Rebel MP Chuka Umunna is set to continue his battle against Brexit by standing for the Liberal Democrats in his own rock-solid Labour seat. And sources say Mr Umunna will seek to capitalise on his South London constituency’s massive vote for Remain in order to overturn his own 26,000-plus majority. The former Labour MP and five colleagues walked out of the newly formed Change UK party last week – sparking reports they were about to defect to the Lib Dems. And there were suggestions that former Shadow Business Secretary Mr Umunna would inherit the Twickenham seat of outgoing Lib Dem leader Sir Vince Cable if he stands down at the next General Election. But sources close to Mr Umunna last night insisted he would stay and fight in his Streatham constituency, which recorded a 79.5 per cent Remain vote in the 2016 referendum – one of the highest in the country. An ally said: ‘Chuka wants to do the decent thing and fight his own corner despite the huge Labour majority he built up at the 2017 General Election. ‘The seat voted so heavily Remain in the referendum that a clear, positive Lib Dem message on Europe – plus his own personal following – gives him a real chance.’ – Mail on Sunday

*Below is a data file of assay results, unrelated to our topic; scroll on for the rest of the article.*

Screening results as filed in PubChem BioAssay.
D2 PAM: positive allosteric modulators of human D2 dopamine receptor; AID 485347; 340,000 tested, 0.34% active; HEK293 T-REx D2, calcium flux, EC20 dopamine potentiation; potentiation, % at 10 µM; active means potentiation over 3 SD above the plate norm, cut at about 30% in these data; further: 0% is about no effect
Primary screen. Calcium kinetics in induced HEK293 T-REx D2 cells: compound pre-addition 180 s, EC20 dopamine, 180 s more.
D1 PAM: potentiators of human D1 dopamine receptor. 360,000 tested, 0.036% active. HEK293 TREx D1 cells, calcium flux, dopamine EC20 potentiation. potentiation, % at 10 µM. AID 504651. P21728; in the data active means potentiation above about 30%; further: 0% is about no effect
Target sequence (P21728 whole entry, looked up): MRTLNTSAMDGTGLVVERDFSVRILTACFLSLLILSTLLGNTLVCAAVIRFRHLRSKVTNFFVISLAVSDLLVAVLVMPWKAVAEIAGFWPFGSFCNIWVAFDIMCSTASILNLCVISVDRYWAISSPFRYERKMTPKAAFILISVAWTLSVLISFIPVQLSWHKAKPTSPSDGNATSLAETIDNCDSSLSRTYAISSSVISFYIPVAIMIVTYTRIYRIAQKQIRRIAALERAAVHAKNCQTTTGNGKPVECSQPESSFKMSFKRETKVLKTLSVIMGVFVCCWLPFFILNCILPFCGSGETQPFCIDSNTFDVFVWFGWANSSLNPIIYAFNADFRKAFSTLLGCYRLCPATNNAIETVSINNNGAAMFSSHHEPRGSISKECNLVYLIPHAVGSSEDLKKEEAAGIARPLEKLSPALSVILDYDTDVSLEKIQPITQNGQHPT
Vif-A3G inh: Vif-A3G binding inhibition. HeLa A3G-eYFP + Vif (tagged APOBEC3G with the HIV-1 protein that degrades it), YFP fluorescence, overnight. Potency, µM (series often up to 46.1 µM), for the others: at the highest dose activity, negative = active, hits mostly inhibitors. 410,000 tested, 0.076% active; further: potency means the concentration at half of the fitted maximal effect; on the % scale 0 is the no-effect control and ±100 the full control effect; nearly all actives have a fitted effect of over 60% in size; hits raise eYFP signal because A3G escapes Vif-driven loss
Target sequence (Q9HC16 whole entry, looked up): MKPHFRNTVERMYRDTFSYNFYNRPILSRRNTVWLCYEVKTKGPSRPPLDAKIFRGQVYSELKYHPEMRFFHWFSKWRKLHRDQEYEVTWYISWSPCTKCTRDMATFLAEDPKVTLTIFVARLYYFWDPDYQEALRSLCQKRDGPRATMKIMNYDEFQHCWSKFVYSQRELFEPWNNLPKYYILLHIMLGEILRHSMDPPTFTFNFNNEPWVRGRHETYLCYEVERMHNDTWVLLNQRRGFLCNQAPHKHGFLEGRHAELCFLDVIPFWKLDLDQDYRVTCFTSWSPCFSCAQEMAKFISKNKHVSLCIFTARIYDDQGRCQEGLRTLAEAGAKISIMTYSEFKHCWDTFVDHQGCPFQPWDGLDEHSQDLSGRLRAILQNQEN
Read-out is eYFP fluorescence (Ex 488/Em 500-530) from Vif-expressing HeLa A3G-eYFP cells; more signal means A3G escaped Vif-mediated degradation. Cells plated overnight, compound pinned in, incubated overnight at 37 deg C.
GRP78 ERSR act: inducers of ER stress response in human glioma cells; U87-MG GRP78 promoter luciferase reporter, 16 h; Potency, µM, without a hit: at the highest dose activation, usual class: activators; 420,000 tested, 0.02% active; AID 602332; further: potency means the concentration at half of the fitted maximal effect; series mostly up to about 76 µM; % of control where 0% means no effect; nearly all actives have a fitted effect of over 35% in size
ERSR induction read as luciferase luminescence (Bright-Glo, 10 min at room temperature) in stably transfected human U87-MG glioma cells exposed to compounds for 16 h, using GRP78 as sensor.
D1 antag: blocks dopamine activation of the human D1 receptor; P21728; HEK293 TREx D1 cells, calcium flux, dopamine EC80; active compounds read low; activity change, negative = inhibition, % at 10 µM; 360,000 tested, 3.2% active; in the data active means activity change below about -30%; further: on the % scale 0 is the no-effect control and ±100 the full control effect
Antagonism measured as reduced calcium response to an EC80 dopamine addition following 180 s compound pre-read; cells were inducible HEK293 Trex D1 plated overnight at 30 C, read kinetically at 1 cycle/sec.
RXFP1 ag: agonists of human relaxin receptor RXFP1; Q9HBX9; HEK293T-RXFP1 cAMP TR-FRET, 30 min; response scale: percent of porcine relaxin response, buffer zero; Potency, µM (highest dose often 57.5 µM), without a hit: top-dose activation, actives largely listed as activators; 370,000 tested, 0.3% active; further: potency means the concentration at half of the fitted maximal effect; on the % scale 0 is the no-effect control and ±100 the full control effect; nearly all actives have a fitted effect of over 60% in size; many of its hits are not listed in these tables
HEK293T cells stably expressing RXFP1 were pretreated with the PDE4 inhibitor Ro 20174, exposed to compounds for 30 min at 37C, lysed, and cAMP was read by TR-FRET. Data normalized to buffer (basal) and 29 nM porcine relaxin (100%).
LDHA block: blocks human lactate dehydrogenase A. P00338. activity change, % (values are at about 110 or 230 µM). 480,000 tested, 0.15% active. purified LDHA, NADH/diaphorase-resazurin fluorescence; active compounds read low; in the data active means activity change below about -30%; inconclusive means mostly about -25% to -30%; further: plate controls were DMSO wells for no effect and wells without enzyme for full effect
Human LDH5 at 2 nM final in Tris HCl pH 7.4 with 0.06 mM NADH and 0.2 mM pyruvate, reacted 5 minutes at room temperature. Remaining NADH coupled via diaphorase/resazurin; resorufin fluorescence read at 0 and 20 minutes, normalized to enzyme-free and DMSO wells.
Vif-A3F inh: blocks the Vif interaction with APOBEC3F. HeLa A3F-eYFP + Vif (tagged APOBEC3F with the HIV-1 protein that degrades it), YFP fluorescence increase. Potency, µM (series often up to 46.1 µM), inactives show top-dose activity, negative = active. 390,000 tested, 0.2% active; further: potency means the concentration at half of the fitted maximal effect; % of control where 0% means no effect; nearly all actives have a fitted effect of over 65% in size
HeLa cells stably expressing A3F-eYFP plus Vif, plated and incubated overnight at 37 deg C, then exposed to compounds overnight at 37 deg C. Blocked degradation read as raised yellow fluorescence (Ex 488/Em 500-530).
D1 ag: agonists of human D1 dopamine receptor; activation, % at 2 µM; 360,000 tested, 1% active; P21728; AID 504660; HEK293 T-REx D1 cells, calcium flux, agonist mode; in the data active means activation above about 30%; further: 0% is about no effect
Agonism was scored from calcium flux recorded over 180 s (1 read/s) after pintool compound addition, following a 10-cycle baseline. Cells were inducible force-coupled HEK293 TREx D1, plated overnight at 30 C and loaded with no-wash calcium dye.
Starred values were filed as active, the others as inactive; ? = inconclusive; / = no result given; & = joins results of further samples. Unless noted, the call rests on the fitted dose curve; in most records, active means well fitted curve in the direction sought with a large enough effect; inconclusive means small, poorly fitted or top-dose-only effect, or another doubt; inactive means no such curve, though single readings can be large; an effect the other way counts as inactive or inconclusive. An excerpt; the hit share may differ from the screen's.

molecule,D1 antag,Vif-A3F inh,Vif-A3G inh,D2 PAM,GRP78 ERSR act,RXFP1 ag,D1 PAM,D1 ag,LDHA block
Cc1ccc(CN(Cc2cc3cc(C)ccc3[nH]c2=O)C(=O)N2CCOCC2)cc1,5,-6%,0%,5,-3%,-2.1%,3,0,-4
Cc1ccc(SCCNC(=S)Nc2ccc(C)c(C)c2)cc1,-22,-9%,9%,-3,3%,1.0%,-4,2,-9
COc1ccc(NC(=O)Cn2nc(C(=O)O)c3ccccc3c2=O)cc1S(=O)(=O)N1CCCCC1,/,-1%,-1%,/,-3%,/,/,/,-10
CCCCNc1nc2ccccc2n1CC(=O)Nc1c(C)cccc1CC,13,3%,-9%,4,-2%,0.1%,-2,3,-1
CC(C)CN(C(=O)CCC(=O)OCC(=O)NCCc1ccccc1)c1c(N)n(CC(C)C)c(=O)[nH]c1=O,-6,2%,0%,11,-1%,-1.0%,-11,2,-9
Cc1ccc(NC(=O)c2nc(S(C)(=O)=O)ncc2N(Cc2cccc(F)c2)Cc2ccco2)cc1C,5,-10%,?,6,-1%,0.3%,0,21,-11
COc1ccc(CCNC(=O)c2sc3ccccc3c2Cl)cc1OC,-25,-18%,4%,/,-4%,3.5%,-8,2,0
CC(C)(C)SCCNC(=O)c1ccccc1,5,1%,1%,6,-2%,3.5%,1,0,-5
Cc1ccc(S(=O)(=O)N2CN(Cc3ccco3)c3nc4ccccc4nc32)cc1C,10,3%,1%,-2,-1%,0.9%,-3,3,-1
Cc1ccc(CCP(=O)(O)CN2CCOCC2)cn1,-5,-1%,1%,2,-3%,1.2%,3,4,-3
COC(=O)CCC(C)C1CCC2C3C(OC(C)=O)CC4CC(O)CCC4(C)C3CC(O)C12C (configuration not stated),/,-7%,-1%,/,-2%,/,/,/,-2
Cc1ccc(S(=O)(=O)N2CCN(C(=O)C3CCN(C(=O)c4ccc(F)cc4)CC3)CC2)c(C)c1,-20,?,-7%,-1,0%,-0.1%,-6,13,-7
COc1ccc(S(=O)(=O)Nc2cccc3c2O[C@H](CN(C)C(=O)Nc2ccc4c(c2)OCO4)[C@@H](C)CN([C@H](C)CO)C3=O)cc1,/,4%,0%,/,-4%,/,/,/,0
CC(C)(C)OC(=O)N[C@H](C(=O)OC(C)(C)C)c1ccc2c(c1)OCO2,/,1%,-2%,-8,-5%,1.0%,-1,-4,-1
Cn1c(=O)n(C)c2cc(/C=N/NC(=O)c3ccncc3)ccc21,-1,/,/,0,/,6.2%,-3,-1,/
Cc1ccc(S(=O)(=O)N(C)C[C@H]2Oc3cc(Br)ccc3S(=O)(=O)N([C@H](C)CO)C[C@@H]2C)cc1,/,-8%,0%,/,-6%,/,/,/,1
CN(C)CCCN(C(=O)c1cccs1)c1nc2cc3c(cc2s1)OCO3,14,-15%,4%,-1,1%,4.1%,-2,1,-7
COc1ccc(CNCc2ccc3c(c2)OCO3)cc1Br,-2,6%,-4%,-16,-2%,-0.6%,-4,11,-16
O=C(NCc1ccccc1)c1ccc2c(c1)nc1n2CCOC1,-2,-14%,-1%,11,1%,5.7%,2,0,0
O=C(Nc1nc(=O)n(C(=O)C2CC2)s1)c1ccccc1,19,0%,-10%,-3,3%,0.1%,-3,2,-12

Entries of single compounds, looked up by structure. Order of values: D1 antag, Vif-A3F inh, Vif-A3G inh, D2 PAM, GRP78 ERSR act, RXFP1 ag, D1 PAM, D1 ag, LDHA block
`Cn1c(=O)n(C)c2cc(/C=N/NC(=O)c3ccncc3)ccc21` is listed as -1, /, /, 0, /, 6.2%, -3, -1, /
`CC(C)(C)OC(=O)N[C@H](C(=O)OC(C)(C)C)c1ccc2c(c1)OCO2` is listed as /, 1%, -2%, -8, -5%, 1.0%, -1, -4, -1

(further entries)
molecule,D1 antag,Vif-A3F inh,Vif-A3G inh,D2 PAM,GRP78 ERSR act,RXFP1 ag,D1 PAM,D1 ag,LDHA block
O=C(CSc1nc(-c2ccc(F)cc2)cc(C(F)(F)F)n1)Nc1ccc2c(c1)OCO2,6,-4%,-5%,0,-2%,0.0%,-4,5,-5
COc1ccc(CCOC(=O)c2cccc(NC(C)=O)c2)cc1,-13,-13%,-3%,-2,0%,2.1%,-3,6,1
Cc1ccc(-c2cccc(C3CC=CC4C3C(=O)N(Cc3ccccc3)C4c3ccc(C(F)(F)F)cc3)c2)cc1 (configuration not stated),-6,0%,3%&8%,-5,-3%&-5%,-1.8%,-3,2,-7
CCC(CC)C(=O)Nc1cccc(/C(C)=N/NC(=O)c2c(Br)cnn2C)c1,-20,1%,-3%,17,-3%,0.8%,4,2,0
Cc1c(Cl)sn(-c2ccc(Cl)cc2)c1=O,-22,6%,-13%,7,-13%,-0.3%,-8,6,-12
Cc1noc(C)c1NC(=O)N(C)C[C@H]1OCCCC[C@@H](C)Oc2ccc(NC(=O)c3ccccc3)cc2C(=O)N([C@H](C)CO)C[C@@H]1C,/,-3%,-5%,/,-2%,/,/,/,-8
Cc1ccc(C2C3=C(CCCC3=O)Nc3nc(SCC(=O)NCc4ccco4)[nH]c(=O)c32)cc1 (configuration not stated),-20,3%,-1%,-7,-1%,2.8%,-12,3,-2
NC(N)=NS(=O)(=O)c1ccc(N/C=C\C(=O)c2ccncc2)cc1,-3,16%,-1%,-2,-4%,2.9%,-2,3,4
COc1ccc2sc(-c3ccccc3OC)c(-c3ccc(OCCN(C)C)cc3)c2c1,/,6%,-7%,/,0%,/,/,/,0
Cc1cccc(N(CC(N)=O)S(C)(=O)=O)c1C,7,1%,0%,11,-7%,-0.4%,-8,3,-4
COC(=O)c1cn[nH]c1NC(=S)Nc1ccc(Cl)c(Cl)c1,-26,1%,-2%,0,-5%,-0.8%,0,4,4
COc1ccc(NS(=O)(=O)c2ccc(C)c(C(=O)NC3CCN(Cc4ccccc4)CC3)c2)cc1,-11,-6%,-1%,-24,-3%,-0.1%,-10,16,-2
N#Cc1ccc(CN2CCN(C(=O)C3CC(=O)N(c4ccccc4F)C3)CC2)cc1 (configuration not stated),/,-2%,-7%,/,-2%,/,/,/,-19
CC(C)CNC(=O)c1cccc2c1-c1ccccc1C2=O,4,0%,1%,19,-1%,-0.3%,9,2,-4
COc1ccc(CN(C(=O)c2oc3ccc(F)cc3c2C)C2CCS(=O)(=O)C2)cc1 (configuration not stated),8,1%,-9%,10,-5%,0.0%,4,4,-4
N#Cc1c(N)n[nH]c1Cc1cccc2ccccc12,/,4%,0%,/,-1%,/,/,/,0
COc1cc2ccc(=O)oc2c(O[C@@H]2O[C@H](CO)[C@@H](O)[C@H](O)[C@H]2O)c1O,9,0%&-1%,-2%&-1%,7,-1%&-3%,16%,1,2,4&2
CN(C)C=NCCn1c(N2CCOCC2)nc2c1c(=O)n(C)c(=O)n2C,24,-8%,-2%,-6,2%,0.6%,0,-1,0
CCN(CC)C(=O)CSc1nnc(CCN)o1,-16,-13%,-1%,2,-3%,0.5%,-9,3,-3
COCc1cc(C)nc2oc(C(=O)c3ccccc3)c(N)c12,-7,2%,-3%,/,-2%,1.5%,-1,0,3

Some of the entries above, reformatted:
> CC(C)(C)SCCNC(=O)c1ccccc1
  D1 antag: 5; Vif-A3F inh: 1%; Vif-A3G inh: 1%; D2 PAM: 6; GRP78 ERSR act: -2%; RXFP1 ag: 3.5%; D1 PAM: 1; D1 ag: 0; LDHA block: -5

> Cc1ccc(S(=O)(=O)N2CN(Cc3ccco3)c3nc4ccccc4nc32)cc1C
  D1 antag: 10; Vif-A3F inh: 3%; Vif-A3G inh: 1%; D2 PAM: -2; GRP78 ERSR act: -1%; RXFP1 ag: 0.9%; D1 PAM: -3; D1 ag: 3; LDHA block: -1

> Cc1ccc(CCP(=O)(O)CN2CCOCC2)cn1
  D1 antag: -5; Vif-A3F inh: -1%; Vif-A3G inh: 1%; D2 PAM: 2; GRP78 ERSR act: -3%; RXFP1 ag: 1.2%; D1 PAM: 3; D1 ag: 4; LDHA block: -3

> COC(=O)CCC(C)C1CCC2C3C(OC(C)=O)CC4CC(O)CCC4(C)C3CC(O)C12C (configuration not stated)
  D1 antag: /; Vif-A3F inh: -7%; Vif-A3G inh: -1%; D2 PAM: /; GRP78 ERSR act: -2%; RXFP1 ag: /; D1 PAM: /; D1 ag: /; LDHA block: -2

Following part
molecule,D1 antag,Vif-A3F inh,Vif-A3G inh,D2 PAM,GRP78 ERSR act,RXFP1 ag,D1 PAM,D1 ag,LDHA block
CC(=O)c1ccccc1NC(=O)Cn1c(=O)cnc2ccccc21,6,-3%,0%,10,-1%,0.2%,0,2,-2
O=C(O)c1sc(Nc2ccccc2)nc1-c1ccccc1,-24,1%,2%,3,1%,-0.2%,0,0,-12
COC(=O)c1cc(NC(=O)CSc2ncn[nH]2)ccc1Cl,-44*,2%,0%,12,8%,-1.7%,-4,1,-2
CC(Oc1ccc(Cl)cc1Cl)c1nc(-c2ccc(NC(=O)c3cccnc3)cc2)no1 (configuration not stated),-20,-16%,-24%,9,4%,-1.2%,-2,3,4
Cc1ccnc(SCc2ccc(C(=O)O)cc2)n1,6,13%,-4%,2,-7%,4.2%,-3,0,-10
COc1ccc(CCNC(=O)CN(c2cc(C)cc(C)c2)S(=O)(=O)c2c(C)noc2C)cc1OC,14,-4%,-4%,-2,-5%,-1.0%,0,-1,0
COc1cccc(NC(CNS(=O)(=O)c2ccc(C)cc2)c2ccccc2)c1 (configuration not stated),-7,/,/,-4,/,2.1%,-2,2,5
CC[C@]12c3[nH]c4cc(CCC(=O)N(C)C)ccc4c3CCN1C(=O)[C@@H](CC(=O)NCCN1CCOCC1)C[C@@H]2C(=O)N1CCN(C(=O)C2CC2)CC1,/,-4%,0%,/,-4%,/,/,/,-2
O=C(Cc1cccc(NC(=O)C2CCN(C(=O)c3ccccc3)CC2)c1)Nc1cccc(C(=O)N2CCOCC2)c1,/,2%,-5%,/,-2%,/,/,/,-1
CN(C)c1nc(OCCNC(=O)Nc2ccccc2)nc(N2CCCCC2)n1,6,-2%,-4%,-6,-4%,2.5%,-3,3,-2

Priti Patel: I’ll back Boris Johnson to be our PM and make Britain greater by delivering Brexit